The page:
Exploring the factors keying Lexington County’s economic development spree

Posted 3/29/23

Lexington County has made a lot of noise when it comes to economic development of late, with a trio of recent announcements boosting an already positive outlook.

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Exploring the factors keying Lexington County’s economic development spree


Lexington County has made a lot of noise when it comes to economic development of late, with a trio of recent announcements boosting an already positive outlook.

Following a March 14 vote by County Council to approve a $3.6 million property sale and tax breaks to bring a warehouse from Southern Glazer’s Wine and Spirits to an 85-acre site in Saxe Gotha Industrial Park and the March 15 revelation that Mattress Warehouse would be one of two tenants signing on to fill space at the new 803 Industrial Park, another big announcement on March 21 put an exclamation point on an eventful week.

CEEUS, which supplies products to the state’s electric cooperatives, has purchased the 247,000-square-foot Airport Distribution Center located at the intersection of Platt Springs Road and Colite Drive. The site borders CAE Enterprise Park, home to Flex, Harsco Rail, L&L Products, Allied Air Enterprises, Beverage South, and Ferrous Engineering and Tool.

A release from the governor’s office stated that the $52 million investment is expected to generate 61 new jobs.

“Despite economic headwinds, we continue to see strong demand and short supply with leases being executed on speculative buildings either before developers break ground or while they are under construction,” said Chuck Salley, managing director Colliers’ Columbia office, is quoted in the company’s release announcing its lease signings at 803 Industrial Park.

These latest announcements continue a tumult of activity that doesn’t seem to surprise Sarah Johnson, the county’s director of economic development.

She said the county’s ease of transportation is its greatest point of attraction to prospective businesses, explaining that the area has access to three interstates (I-20, I-26 and I-77) and is home to the Columbia Metropolitan Airport, the second largest cargo airport in the state, as well as two Class A railroad systems, Norfolk and CSX.

Lexington County isn’t the only place to see an influx of economic development, with Johnson emphasizing the whole state is seeing more activity than ever before. She said the county has become more aggressive and creative in recruiting companies because the market is getting increasingly competitive.

“We are competing not only nationwide, but globally with our projects,” she said.

Johnson added that some of the key points she talks about when trying to get businesses to call the county home is the quality of life it can provide. She said she mentions the quality of local schools and the scenic attraction of Lake Murray.

She added that employees who come in with these industries become ingrained with other aspects of the economy by shopping and eating at local restaurants.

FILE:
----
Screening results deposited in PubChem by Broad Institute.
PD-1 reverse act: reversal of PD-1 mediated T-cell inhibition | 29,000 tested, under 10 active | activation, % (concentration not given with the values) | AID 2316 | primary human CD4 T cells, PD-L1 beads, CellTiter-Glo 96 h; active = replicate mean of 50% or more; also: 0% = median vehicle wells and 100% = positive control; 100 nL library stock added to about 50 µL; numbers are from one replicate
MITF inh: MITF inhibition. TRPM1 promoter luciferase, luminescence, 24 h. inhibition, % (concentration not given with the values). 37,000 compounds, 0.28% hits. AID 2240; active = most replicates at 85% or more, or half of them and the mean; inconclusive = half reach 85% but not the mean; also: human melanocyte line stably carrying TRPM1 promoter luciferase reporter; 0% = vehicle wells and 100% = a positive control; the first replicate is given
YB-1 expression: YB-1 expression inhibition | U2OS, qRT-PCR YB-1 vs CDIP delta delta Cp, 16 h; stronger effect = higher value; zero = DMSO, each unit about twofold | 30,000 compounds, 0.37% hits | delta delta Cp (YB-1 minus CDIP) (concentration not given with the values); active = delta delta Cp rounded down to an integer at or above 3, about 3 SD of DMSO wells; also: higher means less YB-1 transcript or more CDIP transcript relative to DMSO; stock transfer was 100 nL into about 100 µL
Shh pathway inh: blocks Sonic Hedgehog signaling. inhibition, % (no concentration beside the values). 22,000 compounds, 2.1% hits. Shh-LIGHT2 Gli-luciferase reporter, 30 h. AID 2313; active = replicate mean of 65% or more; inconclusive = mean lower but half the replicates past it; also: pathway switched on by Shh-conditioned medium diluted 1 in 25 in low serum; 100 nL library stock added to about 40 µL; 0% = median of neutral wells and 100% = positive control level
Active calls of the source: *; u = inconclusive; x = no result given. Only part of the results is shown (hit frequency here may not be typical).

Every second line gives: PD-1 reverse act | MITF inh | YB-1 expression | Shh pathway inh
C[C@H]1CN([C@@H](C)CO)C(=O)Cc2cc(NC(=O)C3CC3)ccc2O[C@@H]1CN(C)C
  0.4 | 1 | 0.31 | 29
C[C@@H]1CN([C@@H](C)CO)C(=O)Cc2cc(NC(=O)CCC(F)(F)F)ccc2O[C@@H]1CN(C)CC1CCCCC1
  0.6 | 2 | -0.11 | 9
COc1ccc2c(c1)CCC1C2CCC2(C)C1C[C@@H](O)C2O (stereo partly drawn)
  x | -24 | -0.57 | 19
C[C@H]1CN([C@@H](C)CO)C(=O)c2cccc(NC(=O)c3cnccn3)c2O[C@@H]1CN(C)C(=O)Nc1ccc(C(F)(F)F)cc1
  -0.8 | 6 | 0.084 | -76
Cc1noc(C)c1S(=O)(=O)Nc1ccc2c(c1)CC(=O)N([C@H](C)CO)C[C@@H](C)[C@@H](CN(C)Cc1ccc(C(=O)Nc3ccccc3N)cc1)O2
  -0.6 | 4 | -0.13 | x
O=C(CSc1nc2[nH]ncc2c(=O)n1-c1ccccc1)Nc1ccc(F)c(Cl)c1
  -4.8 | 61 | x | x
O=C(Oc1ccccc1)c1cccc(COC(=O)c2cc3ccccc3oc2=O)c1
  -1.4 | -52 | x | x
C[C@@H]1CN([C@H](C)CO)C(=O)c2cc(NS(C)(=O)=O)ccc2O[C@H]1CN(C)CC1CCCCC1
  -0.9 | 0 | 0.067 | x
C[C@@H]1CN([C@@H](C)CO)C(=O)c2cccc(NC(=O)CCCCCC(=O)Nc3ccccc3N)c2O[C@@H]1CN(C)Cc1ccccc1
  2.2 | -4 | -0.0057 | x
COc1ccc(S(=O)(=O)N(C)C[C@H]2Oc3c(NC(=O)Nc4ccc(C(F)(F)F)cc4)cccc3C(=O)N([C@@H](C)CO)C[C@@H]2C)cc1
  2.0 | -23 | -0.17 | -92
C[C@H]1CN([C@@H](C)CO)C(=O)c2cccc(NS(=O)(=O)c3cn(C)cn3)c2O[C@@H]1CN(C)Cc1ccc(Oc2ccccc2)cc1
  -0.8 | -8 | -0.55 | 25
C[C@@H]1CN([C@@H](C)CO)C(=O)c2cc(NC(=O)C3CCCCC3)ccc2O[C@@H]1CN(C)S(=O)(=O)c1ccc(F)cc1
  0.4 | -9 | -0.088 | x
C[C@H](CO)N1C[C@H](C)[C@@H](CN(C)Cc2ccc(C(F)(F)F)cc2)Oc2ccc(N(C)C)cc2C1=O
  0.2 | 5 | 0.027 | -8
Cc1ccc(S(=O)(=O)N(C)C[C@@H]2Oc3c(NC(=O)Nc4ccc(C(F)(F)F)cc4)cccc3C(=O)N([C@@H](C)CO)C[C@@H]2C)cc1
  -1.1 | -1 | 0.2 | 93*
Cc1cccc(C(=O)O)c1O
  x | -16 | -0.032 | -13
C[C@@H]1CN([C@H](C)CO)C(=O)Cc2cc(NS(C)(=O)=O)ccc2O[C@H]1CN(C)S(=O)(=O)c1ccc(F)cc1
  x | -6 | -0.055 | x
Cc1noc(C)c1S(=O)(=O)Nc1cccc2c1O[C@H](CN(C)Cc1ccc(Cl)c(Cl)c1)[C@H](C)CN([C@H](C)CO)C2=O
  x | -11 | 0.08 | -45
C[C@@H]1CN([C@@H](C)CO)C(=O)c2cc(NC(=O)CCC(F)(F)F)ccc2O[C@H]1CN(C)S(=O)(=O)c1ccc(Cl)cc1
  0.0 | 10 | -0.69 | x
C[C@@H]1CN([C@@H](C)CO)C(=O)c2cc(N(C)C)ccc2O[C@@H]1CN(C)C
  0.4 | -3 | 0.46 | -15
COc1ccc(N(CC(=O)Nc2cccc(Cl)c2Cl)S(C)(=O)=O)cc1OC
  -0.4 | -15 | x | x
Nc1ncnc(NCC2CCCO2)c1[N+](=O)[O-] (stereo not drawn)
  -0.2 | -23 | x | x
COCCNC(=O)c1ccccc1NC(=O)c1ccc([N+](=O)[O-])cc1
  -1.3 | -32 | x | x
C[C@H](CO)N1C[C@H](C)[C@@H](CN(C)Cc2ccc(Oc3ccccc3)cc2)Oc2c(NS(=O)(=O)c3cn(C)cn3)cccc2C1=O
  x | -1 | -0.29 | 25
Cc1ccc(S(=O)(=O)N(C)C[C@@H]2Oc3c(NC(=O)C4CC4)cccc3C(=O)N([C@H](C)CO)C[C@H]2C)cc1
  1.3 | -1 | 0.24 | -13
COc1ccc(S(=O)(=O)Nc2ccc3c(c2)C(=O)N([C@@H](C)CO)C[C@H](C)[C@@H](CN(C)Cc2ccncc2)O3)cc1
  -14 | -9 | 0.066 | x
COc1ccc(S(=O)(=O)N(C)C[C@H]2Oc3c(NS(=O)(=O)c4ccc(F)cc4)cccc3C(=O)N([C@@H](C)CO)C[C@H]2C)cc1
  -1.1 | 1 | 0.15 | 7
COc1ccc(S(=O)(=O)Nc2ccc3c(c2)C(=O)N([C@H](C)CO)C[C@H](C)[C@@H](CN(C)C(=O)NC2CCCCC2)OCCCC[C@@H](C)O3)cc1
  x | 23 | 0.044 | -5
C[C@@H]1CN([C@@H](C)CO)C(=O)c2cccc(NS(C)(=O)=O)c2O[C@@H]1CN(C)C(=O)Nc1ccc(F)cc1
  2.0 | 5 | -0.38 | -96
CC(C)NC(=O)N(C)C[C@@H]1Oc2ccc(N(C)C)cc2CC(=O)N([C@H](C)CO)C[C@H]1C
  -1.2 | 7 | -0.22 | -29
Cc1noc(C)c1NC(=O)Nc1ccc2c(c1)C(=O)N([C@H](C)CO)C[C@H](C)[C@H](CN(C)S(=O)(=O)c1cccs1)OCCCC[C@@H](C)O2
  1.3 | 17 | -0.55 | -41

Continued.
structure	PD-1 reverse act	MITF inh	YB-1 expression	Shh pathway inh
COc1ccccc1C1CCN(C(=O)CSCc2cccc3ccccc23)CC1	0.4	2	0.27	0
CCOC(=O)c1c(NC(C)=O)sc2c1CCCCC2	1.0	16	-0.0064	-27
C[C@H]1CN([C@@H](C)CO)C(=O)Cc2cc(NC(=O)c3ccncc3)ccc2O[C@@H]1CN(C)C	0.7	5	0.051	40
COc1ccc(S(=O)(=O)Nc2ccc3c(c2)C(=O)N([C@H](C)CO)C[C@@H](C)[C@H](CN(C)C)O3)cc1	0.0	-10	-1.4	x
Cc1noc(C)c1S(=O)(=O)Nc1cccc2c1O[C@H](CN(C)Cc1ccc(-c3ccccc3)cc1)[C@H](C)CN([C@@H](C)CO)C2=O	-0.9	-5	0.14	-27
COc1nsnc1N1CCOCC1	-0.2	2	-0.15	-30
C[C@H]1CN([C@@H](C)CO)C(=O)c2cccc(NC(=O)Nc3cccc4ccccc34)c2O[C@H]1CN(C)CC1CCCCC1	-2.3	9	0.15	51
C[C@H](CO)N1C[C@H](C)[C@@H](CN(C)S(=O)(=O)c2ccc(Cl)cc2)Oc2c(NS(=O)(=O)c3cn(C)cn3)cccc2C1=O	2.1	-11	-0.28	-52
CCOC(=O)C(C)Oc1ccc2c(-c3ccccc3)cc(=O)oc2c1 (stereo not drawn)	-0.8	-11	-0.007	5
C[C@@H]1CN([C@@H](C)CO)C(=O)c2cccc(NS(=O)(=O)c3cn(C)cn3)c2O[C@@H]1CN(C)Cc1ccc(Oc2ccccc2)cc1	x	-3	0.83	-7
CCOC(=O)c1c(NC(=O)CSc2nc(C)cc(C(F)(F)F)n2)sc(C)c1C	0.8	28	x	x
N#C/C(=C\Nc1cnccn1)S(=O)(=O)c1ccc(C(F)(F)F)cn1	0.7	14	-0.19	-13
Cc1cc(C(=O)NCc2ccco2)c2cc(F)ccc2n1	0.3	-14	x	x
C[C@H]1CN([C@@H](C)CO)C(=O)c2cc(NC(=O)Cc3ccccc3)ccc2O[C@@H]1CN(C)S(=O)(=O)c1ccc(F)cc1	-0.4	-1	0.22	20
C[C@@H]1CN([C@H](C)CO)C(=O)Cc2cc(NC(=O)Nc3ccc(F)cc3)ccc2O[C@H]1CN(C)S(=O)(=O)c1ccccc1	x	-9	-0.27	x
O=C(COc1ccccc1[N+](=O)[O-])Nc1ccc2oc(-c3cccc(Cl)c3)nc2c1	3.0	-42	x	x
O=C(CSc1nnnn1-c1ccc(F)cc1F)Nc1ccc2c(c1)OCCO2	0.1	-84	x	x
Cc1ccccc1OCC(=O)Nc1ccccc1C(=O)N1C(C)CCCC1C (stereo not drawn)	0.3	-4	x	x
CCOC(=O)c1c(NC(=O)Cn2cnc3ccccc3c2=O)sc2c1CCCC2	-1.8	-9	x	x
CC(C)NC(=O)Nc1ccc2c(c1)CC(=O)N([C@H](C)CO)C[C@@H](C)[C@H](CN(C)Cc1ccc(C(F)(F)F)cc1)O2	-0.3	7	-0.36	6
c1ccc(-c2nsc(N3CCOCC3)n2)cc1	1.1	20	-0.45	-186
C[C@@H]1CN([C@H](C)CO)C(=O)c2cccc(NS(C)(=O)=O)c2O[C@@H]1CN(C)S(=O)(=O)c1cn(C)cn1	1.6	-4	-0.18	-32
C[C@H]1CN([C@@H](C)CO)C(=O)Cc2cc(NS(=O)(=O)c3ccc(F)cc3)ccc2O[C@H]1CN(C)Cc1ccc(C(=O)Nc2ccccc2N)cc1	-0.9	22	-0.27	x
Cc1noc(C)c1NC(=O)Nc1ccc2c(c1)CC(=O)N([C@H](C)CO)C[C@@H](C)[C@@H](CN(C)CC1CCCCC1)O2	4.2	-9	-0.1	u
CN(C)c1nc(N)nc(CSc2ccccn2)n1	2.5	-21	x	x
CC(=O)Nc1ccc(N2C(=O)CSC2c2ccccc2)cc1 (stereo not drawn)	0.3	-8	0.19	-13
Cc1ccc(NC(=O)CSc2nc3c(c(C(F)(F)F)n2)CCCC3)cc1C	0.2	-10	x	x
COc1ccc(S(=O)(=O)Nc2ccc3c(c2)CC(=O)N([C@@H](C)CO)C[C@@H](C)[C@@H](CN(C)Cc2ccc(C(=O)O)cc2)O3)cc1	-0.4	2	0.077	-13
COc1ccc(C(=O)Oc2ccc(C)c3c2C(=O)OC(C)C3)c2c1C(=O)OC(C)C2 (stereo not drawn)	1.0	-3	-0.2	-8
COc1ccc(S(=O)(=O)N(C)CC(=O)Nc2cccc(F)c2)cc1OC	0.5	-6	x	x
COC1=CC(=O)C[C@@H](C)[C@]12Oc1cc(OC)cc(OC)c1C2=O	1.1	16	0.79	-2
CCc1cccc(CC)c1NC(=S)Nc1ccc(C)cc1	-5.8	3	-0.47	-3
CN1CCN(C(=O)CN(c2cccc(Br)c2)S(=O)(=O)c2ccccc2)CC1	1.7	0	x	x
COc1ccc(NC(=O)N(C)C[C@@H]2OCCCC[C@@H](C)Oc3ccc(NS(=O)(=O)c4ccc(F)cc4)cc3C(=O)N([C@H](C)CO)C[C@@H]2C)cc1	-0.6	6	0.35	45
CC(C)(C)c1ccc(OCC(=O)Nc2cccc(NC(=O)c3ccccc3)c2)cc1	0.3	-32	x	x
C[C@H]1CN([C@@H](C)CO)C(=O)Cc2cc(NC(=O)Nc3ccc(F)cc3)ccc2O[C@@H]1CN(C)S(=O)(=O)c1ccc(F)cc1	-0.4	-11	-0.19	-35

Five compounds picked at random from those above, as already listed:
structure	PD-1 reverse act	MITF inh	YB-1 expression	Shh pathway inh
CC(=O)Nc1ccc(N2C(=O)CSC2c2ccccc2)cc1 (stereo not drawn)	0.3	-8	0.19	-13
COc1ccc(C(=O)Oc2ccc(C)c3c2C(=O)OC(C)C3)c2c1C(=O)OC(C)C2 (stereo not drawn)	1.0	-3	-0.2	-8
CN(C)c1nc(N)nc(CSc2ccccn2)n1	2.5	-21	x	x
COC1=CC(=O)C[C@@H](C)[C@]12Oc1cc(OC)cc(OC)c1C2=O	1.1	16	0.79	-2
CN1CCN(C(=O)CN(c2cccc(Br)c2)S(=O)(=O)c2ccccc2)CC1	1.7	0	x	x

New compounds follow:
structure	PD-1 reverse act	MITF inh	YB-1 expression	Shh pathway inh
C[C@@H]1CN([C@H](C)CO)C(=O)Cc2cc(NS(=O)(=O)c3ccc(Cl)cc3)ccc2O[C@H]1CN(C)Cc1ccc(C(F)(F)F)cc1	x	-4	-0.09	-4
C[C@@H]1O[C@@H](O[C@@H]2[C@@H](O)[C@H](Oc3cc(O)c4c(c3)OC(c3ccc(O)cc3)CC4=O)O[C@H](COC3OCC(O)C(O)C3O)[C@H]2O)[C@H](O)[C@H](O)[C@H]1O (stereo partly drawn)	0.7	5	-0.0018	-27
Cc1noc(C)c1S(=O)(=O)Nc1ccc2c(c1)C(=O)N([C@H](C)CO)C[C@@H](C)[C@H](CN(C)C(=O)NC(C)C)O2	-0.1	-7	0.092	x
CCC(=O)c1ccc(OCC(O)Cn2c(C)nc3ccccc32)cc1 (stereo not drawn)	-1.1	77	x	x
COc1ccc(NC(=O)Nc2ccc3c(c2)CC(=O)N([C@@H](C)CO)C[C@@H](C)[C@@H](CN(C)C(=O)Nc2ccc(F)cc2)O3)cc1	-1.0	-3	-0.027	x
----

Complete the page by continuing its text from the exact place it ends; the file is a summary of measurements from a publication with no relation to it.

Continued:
“When I talk you know whether it's on a professional level, or on a personal level, we know that when companies locate here, they're not just here from a business standpoint,” she reasoned. “They are here from a quality of life standpoint, which now especially post-COVID, quality of life is central. We're looking at attracting companies and retaining talent.”

One of the locations to attract two of those attention-grabbing new businesses is looking to intentionally build on one of the county’s strengths.

According to Frank Murray, director of planning and facilities for the Columbia Metropolitan Airport, the 803 Industrial Park came out of looking for ways to capitalize on the airport’s convenient location in hopes of generating more cargo activity. The park is located next to the UPS hub that is housed at the airport.

Murray told the Chronicle that the airport’s CAE Enterprise Park has also seen growth in the past two years, including an expansion by Palmetto State Armory and the coming addition of CAIF (Concentrated Active Ingredients & Flavors, Inc.).

He said the airport plans on directing its efforts towards attracting aerospace-related industries.

“The upgrade of the Airport’s US Customs and Border Patrol facility in 2023/24 will enhance CAEs potential as a gateway for international cargo, business aviation, charter operations, and maintenance/repair/overhaul flights,” Murray explained.

 Johnson said that each project that county has worked to bring in has had a positive return on investment, explaining that these businesses help diversify the county’s tax base.

She further highlighted that Lexington is labeled by the state Department of Revenue as one of 11 first-tier counties based on its unemployment rate and per capita income.

“I think economic development is at the center of our community,” she said. “It's at the center of infusing jobs for our citizens, helping our citizens thrive in our community, as well as supporting the tax base, supporting our school systems and supporting our local economies, and also our small businesses.”

The biggest challenge the county faces when looking to continue this influx of development is acquiring industrial property, Johnson posited, adding that Lexington is experiencing a lot of success but not making more land. Proactively identifying spots that might house additional industrial real estate is crucial moving forward, she said.

While  looking for new opportunities, Johnson told the Chronicle that the county actively works in expanding and retaining the industries already here. She said that the county’s “bread and butter” is their Business Retention and Expansion Program, which focuses on meeting face to face with existing industries to make sure their needs are met.

“The big piece here is relationships,” Johnson said.

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